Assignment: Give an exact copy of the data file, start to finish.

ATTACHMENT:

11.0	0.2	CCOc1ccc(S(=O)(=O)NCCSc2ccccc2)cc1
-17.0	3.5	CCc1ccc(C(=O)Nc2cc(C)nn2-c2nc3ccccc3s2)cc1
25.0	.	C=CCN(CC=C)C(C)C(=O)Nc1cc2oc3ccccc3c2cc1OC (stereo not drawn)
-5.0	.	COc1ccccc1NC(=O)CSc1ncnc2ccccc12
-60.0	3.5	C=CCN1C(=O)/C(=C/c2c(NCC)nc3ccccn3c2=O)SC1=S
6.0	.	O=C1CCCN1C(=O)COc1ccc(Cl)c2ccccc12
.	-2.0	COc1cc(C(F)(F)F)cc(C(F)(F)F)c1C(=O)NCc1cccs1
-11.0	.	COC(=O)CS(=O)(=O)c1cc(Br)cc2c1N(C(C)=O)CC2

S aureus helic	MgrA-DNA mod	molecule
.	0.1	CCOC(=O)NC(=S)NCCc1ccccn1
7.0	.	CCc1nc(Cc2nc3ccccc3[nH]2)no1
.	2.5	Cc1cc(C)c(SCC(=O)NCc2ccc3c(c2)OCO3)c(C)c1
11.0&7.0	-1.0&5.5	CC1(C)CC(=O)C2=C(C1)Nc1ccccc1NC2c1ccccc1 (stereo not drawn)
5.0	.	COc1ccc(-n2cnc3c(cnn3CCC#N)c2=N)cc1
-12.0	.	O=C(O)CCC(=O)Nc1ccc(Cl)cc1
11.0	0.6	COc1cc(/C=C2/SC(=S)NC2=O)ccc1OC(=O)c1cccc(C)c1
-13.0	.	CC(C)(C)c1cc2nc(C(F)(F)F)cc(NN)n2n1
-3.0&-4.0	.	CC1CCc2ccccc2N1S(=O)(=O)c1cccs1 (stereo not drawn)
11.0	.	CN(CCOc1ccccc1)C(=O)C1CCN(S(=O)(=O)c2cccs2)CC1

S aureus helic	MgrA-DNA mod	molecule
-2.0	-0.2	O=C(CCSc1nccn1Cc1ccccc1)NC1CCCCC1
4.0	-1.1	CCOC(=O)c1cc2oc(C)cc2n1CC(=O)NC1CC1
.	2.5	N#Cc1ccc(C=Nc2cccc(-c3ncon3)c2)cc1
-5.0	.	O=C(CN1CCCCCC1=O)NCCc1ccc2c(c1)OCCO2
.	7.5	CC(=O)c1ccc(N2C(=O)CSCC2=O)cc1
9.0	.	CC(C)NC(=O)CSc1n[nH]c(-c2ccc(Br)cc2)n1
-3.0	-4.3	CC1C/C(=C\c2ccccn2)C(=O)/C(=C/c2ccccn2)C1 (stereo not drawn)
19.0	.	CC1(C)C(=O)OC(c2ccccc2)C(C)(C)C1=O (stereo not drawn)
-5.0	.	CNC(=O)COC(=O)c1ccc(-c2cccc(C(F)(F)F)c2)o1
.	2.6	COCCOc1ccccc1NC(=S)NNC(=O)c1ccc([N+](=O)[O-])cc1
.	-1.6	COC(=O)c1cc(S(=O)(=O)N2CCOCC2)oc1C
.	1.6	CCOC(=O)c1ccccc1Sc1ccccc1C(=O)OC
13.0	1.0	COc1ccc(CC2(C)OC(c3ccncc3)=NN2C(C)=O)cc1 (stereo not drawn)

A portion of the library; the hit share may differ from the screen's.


11.0	0.2	CCOc1ccc(S(=O)(=O)NCCSc2ccccc2)cc1
-17.0	3.5	CCc1ccc(C(=O)Nc2cc(C)nn2-c2nc3ccccc3s2)cc1
25.0	.	C=CCN(CC=C)C(C)C(=O)Nc1cc2oc3ccccc3c2cc1OC (stereo not drawn)
-5.0	.	COc1ccccc1NC(=O)CSc1ncnc2ccccc12
-60.0	3.5	C=CCN1C(=O)/C(=C/c2c(NCC)nc3ccccn3c2=O)SC1=S
6.0	.	O=C1CCCN1C(=O)COc1ccc(Cl)c2ccccc12
.	-2.0	COc1cc(C(F)(F)F)cc(C(F)(F)F)c1C(=O)NCc1cccs1
-11.0	.	COC(=O)CS(=O)(=O)c1cc(Br)cc2c1N(C(C)=O)CC2

S aureus helic	MgrA-DNA mod	molecule
.	0.1	CCOC(=O)NC(=S)NCCc1ccccn1
7.0	.	CCc1nc(Cc2nc3ccccc3[nH]2)no1
.	2.5	Cc1cc(C)c(SCC(=O)NCc2ccc3c(c2)OCO3)c(C)c1
11.0&7.0	-1.0&5.5	CC1(C)CC(=O)C2=C(C1)Nc1ccccc1NC2c1ccccc1 (stereo not drawn)
5.0	.	COc1ccc(-n2cnc3c(cnn3CCC#N)c2=N)cc1
-12.0	.	O=C(O)CCC(=O)Nc1ccc(Cl)cc1
11.0	0.6	COc1cc(/C=C2/SC(=S)NC2=O)ccc1OC(=O)c1cccc(C)c1
-13.0	.	CC(C)(C)c1cc2nc(C(F)(F)F)cc(NN)n2n1
-3.0&-4.0	.	CC1CCc2ccccc2N1S(=O)(=O)c1cccs1 (stereo not drawn)
11.0	.	CN(CCOc1ccccc1)C(=O)C1CCN(S(=O)(=O)c2cccs2)CC1

S aureus helic	MgrA-DNA mod	molecule
-2.0	-0.2	O=C(CCSc1nccn1Cc1ccccc1)NC1CCCCC1
4.0	-1.1	CCOC(=O)c1cc2oc(C)cc2n1CC(=O)NC1CC1
.	2.5	N#Cc1ccc(C=Nc2cccc(-c3ncon3)c2)cc1
-5.0	.	O=C(CN1CCCCCC1=O)NCCc1ccc2c(c1)OCCO2
.	7.5	CC(=O)c1ccc(N2C(=O)CSCC2=O)cc1
9.0	.	CC(C)NC(=O)CSc1n[nH]c(-c2ccc(Br)cc2)n1
-3.0	-4.3	CC1C/C(=C\c2ccccn2)C(=O)/C(=C/c2ccccn2)C1 (stereo not drawn)
19.0	.	CC1(C)C(=O)OC(c2ccccc2)C(C)(C)C1=O (stereo not drawn)
-5.0	.	CNC(=O)COC(=O)c1ccc(-c2cccc(C(F)(F)F)c2)o1
.	2.6	COCCOc1ccccc1NC(=S)NNC(=O)c1ccc([N+](=O)[O-])cc1
.	-1.6	COC(=O)c1cc(S(=O)(=O)N2CCOCC2)oc1C
.	1.6	CCOC(=O)c1ccccc1Sc1ccccc1C(=O)OC
13.0	1.0	COc1ccc(CC2(C)OC(c3ccncc3)=NN2C(C)=O)cc1 (stereo not drawn)

A portion of the library; the hit share may differ from the screen's.